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Protecting the Public? An Analysis of Complaints and Disciplinary Proceedings against Doctors in Australia and New Zealand

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The Faculty of Law invites you to a public lecture with guest speaker Dr Katie Elkin.

There has been considerable change in the design of health professional regulation throughout Australia and New Zealand since the beginning of the last decade. As well as ushering in significant structural reform, the legislation in both countries is now more explicit regarding its public protection objectives. However, the degree to which regulatory decision-making is actually consistent with public protection considerations is unclear. The impact of other influences, such as the wider public interest in ensuring an adequate supply of doctors in the workforce, is also unknown.

Through two major empirical analyses of complaints and disciplinary mechanisms in Australian and New Zealand, Dr Elkin has explored these issues and how they impact at throughout the regulatory journey, from registration through to disciplinary sanction. As well as being instructive as to the priorities and operation of the complaints and disciplinary system, the knowledge gained through the research has the potential to assist medical regulators in moving one step closer to being able to proactively identify 'at risk' doctors and behaviours, thus allowing them to target training, support and interventions towards such doctors and concerns.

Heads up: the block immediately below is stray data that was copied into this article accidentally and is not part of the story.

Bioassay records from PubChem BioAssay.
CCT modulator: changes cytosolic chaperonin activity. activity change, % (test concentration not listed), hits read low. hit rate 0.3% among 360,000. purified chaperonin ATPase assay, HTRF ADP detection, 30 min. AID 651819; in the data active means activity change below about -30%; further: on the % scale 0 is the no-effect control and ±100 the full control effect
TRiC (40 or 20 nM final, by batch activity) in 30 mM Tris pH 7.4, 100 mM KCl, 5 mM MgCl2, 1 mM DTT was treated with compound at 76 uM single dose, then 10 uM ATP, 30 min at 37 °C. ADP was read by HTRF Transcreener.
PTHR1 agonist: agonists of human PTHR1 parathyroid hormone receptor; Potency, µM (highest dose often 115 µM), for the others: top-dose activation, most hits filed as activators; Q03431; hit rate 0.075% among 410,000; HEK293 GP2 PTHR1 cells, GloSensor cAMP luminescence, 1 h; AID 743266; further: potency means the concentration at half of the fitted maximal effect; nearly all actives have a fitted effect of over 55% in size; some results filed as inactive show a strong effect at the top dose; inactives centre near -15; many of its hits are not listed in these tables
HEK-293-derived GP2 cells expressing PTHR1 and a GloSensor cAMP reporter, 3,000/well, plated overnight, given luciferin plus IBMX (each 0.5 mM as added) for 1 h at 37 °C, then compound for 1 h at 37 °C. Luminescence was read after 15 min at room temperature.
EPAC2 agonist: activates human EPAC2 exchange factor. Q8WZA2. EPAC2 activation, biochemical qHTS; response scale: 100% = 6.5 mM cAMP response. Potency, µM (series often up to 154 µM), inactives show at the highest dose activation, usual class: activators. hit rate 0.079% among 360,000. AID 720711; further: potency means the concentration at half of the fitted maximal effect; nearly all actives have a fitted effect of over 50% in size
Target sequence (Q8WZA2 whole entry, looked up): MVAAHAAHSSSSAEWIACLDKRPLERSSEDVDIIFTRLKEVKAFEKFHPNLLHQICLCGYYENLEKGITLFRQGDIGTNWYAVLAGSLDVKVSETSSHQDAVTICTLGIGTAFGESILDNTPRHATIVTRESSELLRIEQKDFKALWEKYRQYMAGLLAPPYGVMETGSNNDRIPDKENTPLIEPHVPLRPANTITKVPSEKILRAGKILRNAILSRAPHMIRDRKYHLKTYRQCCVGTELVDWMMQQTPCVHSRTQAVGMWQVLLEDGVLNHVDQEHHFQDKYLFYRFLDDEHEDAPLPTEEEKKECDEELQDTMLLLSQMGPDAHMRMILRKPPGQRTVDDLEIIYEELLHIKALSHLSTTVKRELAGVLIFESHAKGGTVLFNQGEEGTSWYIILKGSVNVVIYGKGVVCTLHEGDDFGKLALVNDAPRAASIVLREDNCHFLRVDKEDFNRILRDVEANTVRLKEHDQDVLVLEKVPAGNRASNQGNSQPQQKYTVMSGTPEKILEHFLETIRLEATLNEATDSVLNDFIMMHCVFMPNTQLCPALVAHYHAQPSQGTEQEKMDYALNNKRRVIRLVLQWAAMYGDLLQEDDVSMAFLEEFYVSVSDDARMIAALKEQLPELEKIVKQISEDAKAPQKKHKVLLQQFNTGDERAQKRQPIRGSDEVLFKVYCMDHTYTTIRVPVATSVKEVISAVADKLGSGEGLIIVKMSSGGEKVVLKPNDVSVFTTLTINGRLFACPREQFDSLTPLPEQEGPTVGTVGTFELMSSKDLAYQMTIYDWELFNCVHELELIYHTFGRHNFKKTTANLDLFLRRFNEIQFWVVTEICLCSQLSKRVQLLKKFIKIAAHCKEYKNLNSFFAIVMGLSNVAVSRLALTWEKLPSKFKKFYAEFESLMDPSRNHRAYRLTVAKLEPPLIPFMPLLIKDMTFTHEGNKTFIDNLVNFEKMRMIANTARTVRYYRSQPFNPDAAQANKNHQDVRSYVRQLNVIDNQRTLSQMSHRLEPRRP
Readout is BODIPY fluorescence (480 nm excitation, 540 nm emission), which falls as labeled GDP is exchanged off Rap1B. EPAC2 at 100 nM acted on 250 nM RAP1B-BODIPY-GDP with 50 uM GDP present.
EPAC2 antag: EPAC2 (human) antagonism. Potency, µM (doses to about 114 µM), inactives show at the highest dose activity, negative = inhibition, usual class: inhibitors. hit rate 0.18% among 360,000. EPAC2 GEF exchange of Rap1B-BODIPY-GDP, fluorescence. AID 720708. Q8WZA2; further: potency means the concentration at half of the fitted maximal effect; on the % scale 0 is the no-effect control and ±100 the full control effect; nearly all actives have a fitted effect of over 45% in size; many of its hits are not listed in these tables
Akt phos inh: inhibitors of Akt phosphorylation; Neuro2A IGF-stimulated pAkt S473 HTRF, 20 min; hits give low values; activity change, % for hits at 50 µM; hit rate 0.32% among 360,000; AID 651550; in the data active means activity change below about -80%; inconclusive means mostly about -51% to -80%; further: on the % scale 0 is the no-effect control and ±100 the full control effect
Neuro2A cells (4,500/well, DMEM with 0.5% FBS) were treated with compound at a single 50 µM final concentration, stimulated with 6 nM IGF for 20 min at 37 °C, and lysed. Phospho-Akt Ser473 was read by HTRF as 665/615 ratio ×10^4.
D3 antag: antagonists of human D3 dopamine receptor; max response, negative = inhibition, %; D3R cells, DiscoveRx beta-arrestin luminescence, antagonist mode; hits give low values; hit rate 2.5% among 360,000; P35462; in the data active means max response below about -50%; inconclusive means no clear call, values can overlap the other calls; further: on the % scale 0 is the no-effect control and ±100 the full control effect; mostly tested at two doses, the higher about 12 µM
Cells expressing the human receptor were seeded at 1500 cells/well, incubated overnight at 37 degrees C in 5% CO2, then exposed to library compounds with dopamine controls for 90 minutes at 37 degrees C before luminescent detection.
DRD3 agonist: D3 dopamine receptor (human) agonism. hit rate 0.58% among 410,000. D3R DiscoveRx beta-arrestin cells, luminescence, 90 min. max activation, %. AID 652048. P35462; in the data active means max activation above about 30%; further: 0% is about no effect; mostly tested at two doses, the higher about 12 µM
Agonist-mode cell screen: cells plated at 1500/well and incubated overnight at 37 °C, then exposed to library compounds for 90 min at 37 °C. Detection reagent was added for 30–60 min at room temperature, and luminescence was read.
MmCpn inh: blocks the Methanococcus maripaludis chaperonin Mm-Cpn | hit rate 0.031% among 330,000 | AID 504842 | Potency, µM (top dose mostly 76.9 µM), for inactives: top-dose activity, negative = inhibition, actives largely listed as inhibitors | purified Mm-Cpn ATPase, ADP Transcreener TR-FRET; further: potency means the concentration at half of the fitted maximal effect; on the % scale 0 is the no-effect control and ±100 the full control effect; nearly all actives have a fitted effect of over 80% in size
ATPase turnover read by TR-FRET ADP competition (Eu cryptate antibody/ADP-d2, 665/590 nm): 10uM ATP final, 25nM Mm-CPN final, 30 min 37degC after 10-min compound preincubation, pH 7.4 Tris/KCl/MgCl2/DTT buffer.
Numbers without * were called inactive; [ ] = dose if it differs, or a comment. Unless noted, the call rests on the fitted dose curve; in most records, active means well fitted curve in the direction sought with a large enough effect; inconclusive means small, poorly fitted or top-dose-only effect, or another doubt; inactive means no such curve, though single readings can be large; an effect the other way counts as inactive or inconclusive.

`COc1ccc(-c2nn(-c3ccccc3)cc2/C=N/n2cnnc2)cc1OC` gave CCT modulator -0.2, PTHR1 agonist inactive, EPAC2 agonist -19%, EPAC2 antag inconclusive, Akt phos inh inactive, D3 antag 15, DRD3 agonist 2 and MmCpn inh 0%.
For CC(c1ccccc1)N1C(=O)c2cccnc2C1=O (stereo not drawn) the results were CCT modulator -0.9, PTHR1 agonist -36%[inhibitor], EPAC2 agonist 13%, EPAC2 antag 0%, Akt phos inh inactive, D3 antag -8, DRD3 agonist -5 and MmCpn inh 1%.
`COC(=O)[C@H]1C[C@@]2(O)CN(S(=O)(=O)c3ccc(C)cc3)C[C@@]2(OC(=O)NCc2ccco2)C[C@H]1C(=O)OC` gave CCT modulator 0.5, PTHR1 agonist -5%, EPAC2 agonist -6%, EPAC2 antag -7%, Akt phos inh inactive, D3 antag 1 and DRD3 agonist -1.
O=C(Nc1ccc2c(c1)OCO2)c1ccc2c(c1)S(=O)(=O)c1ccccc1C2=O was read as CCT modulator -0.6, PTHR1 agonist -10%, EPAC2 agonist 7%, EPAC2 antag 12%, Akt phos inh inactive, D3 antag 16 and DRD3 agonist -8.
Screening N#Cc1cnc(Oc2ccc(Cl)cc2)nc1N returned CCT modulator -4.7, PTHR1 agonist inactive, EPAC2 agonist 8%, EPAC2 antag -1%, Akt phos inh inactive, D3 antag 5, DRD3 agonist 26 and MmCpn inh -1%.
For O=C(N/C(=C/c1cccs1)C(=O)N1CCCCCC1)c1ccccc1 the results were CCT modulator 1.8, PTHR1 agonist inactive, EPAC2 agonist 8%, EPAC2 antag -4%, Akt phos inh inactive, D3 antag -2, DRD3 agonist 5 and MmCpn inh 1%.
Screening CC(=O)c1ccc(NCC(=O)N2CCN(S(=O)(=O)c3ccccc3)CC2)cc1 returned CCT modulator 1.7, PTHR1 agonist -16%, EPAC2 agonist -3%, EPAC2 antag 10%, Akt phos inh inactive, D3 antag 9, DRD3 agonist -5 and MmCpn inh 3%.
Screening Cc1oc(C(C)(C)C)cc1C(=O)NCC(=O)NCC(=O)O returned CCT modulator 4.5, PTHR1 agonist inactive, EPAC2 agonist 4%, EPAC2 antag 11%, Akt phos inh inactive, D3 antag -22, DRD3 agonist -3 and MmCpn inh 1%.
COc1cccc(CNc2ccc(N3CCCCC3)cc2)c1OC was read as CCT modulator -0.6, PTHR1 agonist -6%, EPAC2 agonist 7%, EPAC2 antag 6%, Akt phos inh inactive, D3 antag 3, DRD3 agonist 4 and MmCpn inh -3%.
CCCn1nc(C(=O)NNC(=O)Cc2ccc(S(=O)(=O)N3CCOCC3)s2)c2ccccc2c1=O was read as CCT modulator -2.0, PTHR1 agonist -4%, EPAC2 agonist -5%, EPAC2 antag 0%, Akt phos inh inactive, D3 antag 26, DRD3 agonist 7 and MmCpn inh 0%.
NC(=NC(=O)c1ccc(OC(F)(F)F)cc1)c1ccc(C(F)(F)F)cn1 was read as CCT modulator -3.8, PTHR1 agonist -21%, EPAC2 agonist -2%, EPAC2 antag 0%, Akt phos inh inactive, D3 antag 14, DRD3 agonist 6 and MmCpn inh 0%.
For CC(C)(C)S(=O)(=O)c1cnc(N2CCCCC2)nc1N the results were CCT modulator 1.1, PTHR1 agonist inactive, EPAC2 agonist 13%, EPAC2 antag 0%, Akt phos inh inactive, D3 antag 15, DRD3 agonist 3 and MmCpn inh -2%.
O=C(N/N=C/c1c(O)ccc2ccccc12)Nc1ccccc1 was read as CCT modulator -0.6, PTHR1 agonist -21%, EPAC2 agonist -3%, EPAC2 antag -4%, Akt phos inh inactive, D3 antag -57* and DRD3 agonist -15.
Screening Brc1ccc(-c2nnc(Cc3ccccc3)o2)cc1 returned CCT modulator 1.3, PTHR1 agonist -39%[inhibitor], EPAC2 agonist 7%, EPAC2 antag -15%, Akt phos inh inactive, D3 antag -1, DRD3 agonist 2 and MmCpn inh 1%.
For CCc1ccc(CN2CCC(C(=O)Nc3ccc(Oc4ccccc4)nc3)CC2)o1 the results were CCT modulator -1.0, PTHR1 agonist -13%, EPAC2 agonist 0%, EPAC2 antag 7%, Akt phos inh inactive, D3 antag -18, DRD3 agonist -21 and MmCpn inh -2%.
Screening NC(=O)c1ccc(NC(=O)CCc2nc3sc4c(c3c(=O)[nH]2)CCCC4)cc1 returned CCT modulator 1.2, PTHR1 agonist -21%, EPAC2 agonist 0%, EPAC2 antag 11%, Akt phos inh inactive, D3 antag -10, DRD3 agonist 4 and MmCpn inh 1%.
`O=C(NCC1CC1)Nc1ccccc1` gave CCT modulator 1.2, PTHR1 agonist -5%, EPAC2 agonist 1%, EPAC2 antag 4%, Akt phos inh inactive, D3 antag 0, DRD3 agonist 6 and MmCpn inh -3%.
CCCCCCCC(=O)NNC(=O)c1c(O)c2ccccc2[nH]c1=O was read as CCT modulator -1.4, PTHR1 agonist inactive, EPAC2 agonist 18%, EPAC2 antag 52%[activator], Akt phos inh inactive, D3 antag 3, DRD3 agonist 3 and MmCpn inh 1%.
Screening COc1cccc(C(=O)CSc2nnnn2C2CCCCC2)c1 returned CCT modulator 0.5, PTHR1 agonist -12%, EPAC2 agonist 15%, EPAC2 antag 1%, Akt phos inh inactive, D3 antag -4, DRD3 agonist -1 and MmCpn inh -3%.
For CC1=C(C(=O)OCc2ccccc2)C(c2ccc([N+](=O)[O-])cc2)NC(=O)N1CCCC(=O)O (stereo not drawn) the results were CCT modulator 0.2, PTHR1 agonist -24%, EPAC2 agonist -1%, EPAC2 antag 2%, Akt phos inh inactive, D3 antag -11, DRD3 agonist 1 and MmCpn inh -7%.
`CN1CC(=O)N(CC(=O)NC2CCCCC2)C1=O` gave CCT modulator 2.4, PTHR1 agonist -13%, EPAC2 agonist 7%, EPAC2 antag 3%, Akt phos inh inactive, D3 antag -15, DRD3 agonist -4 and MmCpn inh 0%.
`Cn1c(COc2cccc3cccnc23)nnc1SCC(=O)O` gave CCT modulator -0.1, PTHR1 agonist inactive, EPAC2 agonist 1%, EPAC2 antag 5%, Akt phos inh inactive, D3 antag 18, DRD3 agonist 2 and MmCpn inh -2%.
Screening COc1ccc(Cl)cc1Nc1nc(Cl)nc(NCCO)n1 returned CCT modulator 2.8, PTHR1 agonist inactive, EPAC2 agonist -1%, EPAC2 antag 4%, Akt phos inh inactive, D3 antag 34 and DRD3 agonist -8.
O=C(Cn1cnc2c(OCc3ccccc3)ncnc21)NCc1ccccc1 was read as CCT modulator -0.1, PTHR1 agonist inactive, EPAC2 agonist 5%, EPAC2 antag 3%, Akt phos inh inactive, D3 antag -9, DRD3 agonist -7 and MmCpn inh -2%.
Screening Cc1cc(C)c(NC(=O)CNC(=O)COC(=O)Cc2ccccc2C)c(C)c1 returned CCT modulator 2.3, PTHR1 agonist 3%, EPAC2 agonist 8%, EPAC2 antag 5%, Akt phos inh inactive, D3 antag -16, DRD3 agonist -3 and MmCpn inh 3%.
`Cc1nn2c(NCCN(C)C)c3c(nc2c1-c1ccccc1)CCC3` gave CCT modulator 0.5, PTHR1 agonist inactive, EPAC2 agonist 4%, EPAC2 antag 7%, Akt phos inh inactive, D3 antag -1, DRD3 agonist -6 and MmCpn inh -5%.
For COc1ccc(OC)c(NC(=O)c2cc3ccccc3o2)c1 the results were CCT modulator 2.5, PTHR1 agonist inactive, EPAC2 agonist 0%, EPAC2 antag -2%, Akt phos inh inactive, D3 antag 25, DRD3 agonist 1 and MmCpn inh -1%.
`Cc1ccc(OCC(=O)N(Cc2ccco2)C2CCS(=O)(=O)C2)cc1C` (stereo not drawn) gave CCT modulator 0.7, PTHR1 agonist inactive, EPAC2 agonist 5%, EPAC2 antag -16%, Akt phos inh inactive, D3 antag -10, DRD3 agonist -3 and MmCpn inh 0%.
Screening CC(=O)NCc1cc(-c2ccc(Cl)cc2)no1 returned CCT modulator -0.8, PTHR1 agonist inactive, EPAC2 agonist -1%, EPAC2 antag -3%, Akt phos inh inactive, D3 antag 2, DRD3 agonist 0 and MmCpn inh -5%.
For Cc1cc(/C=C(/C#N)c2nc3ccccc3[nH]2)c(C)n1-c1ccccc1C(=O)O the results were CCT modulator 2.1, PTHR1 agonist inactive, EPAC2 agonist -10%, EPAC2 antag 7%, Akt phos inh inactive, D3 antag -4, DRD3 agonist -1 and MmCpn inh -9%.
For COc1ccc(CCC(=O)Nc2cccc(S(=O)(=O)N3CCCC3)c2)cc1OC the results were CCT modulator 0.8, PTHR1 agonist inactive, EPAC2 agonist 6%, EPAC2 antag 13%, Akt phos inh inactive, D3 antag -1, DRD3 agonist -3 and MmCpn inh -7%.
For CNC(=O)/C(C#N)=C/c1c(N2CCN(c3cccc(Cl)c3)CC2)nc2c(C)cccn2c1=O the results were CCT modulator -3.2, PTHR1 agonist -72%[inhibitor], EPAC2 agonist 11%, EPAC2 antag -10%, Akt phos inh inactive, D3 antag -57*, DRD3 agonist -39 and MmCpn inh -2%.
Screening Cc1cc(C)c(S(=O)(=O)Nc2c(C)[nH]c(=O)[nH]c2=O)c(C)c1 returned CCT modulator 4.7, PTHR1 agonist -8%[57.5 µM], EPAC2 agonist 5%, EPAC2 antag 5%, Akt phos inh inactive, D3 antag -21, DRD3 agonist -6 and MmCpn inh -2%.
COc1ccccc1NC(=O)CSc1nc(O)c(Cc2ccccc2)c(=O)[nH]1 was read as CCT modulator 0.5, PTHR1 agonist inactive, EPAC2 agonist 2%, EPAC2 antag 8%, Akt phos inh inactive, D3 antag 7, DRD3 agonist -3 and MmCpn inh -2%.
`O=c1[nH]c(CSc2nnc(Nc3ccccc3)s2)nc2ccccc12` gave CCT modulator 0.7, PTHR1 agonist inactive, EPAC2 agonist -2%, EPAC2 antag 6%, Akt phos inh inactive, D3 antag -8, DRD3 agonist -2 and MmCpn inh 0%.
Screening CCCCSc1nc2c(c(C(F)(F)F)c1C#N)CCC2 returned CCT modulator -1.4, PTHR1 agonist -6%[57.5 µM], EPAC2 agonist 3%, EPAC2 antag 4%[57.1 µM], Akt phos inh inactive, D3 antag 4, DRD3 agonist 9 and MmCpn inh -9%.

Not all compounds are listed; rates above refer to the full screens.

Dr Elkin graduated from the University of Otago with degrees in Law (Hons) and in Neuroscience, and has subsequently completed a Post Graduate Diploma in Medical Law and a PhD in Law and Public Health at the University of Melbourne. Dr Elkin is now the Associate Commissioner, Legal and Strategic Relations at the Office of the Health and Disability Commissioner. Prior to joining HDC, she was a Senior Associate at law firm Minter Ellison Rudd Watts.




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